Research Information

Development of Nondestructive Evaluation Technology for PSC Structures (PSC Stethoscope)
  • Date2022-06-27
  • Hit578

Development of Nondestructive Evaluation Technology for PSC Structures (PSC Stethoscope)



▲ Senior Researcher Park Kwang-yeun, KICT Department of Structural Engineering Research


Development of Nondestructive Evaluation Technology for PSC Structures (PSC Stethoscope)



The Aging of PSC Structures and Need for External PS Tendon Nondestructive Testing

Whether at home or abroad, in countries where civilization has progressed rapidly, a number of bridges containing the essence of civil engineering technology have been built, allowing logistics and passengers to quickly cross rivers and valleys. In South Korea as well, befitting a civilized country, many bridges have been built and are playing numerous roles. These bridges enable convenient crossing of the Han River to bind the Gangbuk and Gangnam areas into a single city, overcome mountain valleys to greatly increase accessibility to mountainous regions, and connect islands to the mainland. It is found that 38% of these bridges were built using pre-stressed concrete (PSC) structures. Given the fact that a large number of bridges have been built since the 1980s and 1990s when Korea's economy grew rapidly, it can be assumed that the development of safety diagnosis technology for PSC structures older than 30 years is urgent. As the name suggests, the pre-stressed tendon (PS tendon) plays the most critical role in the PSC structure. PS tendons can be broadly classified into external PS tendons and internal PS tendons. For example, regarding external PS tendons, there was a case of enormous economic and social loss in 2016 due to corrosion of external PS tendons on Jeongneungcheon Viaduct, the inner ring road in Seoul, raising public awareness of the need for safety diagnosis (Figure 1).


Figure 1 Photos of External Tendon Corrosion of Je



State of External PS Tendon Nondestructive Testing Technology

Taking the Jeongneungcheon Viaduct case as an opportunity, the Korea Institute of Civil Engineering and Building Technology (KICT) conducted the KICT Blind Test (2016), targeting domestic and foreign nondestructive testing technologies to investigate the technology that can assess the integrity of external PS tendons. The integrity of the external PS tendon can be checked using three indicators: sectional damage, stress, and voids. However, for stress, no organization possessed the related technology, regardless of location at home or abroad, and for voids, only one French company (Advitam) applied for and demonstrated a detection rate of about 73%. Among the three indicators, cross-sectional damage is the most important and direct indicator. Of the ten local and foreign companies that applied for related nondestructive technology, only two companies, Tokyo-Rope of Japan and Instron of Russia, showed valid results, and none of the Korean companies demonstrated valid results. As for the technology of the two companies, which showed valid results, we came to the conclusion that it would be difficult to apply it in the field unless the cost, usability, size, and weight of equipment were improved.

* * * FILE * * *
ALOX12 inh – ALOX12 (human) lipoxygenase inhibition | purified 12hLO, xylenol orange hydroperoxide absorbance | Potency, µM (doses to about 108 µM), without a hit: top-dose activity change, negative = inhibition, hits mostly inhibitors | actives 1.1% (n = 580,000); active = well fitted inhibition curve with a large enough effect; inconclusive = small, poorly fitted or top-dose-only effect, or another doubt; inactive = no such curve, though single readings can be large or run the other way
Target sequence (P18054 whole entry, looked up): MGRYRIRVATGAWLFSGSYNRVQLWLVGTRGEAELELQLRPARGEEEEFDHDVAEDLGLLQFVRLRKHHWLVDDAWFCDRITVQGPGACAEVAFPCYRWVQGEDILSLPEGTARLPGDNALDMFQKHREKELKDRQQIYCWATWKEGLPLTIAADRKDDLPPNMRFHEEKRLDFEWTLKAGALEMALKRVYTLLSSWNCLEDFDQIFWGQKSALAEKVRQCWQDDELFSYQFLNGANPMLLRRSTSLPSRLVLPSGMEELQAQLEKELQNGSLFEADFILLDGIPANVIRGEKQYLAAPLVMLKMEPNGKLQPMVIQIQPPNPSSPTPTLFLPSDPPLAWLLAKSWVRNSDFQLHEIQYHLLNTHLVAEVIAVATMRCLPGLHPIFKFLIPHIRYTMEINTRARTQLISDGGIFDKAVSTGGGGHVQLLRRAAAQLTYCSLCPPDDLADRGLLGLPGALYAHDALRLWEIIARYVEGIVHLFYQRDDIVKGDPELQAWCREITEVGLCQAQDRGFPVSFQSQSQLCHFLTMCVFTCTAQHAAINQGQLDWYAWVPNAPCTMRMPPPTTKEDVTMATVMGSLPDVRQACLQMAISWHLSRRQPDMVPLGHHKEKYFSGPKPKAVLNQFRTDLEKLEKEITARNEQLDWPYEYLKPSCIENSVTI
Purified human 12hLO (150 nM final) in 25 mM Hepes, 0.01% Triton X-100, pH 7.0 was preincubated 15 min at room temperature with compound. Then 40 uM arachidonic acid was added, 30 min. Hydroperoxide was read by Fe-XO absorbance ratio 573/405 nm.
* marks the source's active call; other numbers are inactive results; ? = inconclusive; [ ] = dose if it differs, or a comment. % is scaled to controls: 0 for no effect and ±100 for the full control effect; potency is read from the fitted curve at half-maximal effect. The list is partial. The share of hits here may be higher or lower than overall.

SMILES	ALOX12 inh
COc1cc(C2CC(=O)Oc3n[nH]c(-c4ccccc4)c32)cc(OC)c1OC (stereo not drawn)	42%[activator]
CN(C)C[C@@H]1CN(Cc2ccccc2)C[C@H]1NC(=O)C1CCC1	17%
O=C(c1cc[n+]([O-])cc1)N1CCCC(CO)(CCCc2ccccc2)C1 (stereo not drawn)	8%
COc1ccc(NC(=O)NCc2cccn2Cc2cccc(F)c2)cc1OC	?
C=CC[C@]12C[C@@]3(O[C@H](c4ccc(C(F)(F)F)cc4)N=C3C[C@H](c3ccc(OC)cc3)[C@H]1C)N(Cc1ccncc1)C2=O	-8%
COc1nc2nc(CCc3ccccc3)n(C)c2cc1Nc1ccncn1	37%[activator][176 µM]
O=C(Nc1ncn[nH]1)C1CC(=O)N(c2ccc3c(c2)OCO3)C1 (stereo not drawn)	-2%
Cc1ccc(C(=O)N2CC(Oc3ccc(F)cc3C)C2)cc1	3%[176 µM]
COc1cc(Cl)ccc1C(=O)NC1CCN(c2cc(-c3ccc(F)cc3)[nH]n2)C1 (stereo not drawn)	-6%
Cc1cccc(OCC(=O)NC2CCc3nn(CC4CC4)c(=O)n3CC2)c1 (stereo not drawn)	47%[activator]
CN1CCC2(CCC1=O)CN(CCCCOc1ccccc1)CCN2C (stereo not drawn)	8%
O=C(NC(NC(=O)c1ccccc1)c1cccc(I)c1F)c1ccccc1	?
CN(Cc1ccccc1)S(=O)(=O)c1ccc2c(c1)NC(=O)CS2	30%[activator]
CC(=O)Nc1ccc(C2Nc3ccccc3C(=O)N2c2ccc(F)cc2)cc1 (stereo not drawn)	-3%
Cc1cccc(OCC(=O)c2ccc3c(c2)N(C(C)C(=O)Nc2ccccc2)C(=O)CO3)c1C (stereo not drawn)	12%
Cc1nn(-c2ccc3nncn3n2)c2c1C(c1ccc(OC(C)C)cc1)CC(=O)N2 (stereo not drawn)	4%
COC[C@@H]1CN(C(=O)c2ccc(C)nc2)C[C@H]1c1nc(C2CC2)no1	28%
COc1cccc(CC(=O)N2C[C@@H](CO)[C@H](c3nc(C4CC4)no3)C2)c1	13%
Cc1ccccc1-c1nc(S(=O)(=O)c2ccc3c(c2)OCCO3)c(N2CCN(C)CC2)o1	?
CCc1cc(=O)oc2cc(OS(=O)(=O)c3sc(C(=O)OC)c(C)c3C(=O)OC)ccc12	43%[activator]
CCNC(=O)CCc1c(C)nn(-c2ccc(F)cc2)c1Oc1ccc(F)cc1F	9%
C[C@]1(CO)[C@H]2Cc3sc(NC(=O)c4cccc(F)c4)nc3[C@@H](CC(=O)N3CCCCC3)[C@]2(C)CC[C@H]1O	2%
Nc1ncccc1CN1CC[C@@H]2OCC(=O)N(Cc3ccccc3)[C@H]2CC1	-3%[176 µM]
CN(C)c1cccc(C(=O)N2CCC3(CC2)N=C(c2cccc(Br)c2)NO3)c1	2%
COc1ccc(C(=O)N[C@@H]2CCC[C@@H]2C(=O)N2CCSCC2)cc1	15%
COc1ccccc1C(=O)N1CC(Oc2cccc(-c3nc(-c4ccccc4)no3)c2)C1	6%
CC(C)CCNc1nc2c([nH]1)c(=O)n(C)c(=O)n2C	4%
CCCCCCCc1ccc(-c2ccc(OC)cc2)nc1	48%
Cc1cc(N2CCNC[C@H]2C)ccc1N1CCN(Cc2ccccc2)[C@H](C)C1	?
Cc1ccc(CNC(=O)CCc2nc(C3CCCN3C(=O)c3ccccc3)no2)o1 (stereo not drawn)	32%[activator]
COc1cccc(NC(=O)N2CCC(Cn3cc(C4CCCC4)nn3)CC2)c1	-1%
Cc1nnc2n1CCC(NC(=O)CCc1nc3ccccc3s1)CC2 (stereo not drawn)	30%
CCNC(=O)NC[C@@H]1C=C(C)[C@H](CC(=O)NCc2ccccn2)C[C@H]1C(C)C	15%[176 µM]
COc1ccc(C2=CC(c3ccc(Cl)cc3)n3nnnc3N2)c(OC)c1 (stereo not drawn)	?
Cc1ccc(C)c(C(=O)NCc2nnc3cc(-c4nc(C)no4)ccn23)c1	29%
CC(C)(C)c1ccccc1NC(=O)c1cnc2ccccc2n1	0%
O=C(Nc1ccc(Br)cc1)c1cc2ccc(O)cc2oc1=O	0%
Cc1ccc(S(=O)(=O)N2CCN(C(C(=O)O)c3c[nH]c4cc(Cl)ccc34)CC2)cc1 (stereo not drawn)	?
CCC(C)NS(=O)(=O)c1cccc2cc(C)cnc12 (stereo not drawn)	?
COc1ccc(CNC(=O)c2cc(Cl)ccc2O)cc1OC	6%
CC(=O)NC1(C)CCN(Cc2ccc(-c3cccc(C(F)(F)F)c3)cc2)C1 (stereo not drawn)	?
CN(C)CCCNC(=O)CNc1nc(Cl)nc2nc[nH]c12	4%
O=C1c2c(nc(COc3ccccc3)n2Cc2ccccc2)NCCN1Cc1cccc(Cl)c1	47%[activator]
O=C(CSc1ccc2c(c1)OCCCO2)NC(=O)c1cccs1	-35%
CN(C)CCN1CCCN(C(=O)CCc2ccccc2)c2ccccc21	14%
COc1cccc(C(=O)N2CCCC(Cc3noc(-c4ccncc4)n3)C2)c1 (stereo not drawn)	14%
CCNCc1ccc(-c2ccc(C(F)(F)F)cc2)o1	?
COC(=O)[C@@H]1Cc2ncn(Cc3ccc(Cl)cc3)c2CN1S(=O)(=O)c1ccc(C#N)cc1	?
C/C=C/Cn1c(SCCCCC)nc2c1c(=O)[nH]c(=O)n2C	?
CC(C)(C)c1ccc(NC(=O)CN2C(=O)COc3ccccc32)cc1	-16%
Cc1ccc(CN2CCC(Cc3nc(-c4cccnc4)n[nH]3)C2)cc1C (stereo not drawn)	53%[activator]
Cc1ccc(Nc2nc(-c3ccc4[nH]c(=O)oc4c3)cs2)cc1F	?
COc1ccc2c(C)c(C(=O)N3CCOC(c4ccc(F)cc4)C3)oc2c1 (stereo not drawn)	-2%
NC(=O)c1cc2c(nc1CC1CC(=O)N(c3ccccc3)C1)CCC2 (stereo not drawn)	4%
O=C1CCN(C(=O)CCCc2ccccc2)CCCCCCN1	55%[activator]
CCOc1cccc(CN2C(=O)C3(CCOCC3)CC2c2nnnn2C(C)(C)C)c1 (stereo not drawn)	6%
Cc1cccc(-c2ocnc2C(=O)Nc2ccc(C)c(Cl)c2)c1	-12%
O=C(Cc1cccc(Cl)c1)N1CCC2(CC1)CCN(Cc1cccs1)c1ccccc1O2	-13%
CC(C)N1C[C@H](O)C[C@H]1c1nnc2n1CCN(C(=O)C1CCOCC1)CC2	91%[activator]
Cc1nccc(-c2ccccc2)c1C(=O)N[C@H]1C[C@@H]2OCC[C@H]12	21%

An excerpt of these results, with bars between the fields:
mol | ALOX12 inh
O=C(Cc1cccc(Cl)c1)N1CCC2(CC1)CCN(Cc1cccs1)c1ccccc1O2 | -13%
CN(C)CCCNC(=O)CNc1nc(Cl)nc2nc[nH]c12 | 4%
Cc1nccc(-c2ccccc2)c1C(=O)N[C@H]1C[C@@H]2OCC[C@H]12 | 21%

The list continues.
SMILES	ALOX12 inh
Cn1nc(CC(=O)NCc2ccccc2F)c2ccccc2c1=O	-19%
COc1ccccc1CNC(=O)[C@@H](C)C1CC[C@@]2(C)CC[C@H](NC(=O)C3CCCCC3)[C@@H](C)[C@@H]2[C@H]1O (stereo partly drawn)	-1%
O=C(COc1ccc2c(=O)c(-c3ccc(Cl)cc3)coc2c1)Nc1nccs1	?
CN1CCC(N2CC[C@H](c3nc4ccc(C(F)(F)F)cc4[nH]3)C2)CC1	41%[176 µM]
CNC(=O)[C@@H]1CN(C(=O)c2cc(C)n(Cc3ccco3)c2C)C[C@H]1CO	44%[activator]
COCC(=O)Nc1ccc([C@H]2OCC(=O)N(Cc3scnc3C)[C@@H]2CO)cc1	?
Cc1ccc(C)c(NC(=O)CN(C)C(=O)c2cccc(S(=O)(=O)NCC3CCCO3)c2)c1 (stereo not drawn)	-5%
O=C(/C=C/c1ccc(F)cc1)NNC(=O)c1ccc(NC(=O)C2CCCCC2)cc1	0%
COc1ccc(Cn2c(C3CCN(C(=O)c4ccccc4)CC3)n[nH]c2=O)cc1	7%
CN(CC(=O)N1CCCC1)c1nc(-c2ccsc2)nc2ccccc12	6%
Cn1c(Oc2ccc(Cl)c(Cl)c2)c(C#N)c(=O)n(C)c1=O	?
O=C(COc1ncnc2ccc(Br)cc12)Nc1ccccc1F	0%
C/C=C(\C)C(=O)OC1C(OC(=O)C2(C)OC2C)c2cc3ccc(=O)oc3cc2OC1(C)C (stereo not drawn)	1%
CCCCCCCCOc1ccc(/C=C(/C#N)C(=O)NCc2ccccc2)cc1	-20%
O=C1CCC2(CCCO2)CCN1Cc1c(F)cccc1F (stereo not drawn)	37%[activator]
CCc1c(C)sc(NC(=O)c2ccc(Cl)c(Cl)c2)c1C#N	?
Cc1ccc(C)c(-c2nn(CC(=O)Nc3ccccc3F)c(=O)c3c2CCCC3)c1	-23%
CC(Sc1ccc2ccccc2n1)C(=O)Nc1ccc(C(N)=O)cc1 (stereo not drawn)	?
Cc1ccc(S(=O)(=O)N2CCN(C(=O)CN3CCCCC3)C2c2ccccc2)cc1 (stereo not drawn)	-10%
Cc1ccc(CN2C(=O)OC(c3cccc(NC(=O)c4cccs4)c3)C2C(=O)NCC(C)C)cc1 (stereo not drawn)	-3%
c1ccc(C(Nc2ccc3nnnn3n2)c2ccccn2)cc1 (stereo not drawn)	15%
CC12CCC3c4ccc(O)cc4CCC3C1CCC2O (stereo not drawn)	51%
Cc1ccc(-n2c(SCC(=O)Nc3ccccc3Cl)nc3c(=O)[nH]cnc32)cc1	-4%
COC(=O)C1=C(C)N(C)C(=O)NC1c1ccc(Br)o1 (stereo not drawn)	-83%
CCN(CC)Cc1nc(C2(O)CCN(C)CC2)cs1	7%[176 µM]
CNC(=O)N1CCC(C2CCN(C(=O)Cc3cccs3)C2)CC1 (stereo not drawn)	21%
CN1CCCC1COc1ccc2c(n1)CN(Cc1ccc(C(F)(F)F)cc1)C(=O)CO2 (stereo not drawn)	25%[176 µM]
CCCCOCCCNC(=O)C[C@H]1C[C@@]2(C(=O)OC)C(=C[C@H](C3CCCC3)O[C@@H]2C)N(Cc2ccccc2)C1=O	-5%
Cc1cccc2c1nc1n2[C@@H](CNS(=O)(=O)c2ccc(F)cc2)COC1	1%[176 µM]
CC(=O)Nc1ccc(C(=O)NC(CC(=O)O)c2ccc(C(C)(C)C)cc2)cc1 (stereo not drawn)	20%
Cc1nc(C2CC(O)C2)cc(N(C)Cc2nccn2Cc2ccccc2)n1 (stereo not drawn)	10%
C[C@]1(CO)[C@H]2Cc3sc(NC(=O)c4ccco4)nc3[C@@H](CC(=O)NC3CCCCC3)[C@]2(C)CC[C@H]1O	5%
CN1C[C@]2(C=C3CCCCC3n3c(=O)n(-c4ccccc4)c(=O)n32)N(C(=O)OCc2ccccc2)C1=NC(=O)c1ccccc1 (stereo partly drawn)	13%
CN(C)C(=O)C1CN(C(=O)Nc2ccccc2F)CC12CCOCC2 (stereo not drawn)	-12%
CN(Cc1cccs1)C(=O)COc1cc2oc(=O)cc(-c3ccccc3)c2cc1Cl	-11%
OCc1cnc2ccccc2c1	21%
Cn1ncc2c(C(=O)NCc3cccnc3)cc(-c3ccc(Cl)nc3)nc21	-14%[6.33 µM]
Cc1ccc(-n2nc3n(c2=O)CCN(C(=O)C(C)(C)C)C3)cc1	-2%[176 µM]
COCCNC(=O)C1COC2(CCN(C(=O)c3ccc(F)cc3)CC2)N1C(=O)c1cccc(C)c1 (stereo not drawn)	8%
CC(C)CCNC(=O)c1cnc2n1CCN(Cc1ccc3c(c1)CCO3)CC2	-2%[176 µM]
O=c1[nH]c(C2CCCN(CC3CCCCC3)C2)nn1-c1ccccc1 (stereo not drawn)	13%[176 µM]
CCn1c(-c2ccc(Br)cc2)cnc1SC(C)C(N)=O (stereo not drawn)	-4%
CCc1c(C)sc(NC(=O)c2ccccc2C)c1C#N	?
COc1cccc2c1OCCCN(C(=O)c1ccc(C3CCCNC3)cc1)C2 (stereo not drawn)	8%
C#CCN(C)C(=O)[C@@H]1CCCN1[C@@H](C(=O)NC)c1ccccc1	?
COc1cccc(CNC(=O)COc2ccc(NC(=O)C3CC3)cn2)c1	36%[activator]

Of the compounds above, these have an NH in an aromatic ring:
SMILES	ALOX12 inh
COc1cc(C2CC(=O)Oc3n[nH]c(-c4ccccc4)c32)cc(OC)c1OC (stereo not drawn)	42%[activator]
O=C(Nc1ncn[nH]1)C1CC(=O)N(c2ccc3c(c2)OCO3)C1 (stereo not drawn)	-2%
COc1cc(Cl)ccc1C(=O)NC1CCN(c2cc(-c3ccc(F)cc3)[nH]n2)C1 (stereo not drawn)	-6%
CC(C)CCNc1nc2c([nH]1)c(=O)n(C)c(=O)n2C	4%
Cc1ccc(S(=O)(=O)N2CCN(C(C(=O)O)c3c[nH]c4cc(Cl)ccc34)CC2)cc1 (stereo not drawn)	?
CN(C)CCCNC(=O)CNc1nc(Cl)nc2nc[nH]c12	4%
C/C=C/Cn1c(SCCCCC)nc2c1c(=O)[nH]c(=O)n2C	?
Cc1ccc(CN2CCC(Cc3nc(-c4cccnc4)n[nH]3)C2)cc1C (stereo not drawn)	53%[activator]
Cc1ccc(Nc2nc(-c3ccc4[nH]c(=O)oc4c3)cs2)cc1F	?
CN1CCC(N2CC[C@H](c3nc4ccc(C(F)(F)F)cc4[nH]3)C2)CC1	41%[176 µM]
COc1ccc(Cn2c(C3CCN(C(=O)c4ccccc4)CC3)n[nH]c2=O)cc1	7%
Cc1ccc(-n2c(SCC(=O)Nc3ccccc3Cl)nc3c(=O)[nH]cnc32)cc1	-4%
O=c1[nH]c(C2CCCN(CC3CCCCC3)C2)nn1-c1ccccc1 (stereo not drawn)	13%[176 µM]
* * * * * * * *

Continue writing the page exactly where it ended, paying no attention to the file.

Development of Nondestructive Evaluation Technology for PSC Structures (PSC Stethoscope)

For this reason, the KICT initiated a study to develop a proprietary technology that can inspect cross-section damage, stress state, and voids by conducting nondestructive testing of external PS tendons. The cross-sectional damage and stress use the magnetic properties of the external PS tendon made of metal, and the presence or absence of voids is inspected by applying radar technology. In this article, I would like to briefly introduce a technology for nondestructive testing of sectional damage, which is the most important indicator to assess the integrity of PS tendons.



Underlying Concept of Nondestructive Testing Sensor

Figure 2 shows the conceptual diagram of the developed electromagnetic sensor installed on the external PS tendon. Although the external PS tendon (the red-brown part in Figure 2) is actually paved with ducts and grouts, the magnetic properties of the duct and grout are almost the same as that of air (or vacuum). Therefore, it can be assumed that there is no magnetic property. The electromagnetic sensor is largely made up of three parts: the primary coil (yellow part in Figure 2), the secondary coil (orange part in Figure 2), and the fixing frame (purple part in Figure 2). The fixing frame is made of plastic that does not respond to magnetic fields. The primary coil is a kind of electromagnet that generates a magnetic field inside the sensor by flowing electricity, and the magnitude of the generated magnetic field is a function of the cross-sectional area of the external PS tendon, a metal component that penetrates the inside of the sensor. The secondary coil is wound to wrap the external PS tendon several times, and if the magnetic field inside the sensor is changed by varying the current applied to the primary coil, an induced current proportional to the magnetic field change is generated in the secondary coil. Using this principle, when AC electricity having a sine wave shape of constant amplitude is passed through the primary coil, AC electricity having an amplitude positively correlated with the cross-sectional area of the external PS tendon is induced in the secondary coil. Therefore, the cross-sectional area of the external PS tendon can be estimated by analyzing the amplitude of the induced AC electricity. The cross-sectional area of the metal component decreases when the external PS tendon is broken or rusted (iron oxide does not respond to a magnetic field). So, it is possible to estimate corrosion and break from the reduction in the cross-section.